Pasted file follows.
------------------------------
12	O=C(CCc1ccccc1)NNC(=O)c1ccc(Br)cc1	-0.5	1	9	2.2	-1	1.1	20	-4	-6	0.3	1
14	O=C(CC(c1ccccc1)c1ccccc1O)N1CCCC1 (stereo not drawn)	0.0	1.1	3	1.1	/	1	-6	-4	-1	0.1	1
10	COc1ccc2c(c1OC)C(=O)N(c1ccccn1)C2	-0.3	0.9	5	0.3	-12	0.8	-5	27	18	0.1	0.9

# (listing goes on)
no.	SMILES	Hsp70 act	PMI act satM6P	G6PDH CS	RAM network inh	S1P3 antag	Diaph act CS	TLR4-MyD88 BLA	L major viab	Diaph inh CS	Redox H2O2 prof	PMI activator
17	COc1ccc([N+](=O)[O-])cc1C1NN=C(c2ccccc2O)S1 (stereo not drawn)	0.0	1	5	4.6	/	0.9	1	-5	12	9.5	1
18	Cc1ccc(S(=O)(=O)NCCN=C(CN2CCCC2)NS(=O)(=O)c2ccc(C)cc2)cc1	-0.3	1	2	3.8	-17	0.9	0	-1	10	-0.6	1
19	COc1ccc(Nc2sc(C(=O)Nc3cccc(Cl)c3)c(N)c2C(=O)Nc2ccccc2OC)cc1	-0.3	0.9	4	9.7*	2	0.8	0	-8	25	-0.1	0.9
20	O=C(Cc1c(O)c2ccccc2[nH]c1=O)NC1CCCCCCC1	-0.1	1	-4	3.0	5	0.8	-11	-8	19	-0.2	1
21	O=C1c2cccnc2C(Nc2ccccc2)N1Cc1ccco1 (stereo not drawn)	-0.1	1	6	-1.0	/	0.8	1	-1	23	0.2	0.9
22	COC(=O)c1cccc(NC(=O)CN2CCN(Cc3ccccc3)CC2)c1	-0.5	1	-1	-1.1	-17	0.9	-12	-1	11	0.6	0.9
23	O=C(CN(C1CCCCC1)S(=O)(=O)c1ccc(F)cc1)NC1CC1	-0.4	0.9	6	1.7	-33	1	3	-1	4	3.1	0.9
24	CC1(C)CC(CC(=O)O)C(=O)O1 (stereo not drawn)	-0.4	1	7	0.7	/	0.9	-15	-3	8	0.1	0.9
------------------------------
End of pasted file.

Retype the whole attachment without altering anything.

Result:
12	O=C(CCc1ccccc1)NNC(=O)c1ccc(Br)cc1	-0.5	1	9	2.2	-1	1.1	20	-4	-6	0.3	1
14	O=C(CC(c1ccccc1)c1ccccc1O)N1CCCC1 (stereo not drawn)	0.0	1.1	3	1.1	/	1	-6	-4	-1	0.1	1
10	COc1ccc2c(c1OC)C(=O)N(c1ccccn1)C2	-0.3	0.9	5	0.3	-12	0.8	-5	27	18	0.1	0.9

# (listing goes on)
no.	SMILES	Hsp70 act	PMI act satM6P	G6PDH CS	RAM network inh	S1P3 antag	Diaph act CS	TLR4-MyD88 BLA	L major viab	Diaph inh CS	Redox H2O2 prof	PMI activator
17	COc1ccc([N+](=O)[O-])cc1C1NN=C(c2ccccc2O)S1 (stereo not drawn)	0.0	1	5	4.6	/	0.9	1	-5	12	9.5	1
18	Cc1ccc(S(=O)(=O)NCCN=C(CN2CCCC2)NS(=O)(=O)c2ccc(C)cc2)cc1	-0.3	1	2	3.8	-17	0.9	0	-1	10	-0.6	1
19	COc1ccc(Nc2sc(C(=O)Nc3cccc(Cl)c3)c(N)c2C(=O)Nc2ccccc2OC)cc1	-0.3	0.9	4	9.7*	2	0.8	0	-8	25	-0.1	0.9
20	O=C(Cc1c(O)c2ccccc2[nH]c1=O)NC1CCCCCCC1	-0.1	1	-4	3.0	5	0.8	-11	-8	19	-0.2	1
21	O=C1c2cccnc2C(Nc2ccccc2)N1Cc1ccco1 (stereo not drawn)	-0.1	1	6	-1.0	/	0.8	1	-1	23	0.2	0.9
22	COC(=O)c1cccc(NC(=O)CN2CCN(Cc3ccccc3)CC2)c1	-0.5	1	-1	-1.1	-17	0.9	-12	-1	11	0.6	0.9
23	O=C(CN(C1CCCCC1)S(=O)(=O)c1ccc(F)cc1)NC1CC1	-0.4	0.9	6	1.7	-33	1	3	-1	4	3.1	0.9
24	CC1(C)CC(CC(=O)O)C(=O)O1 (stereo not drawn)	-0.4	1	7	0.7	/	0.9	-15	-3	8	0.1	0.9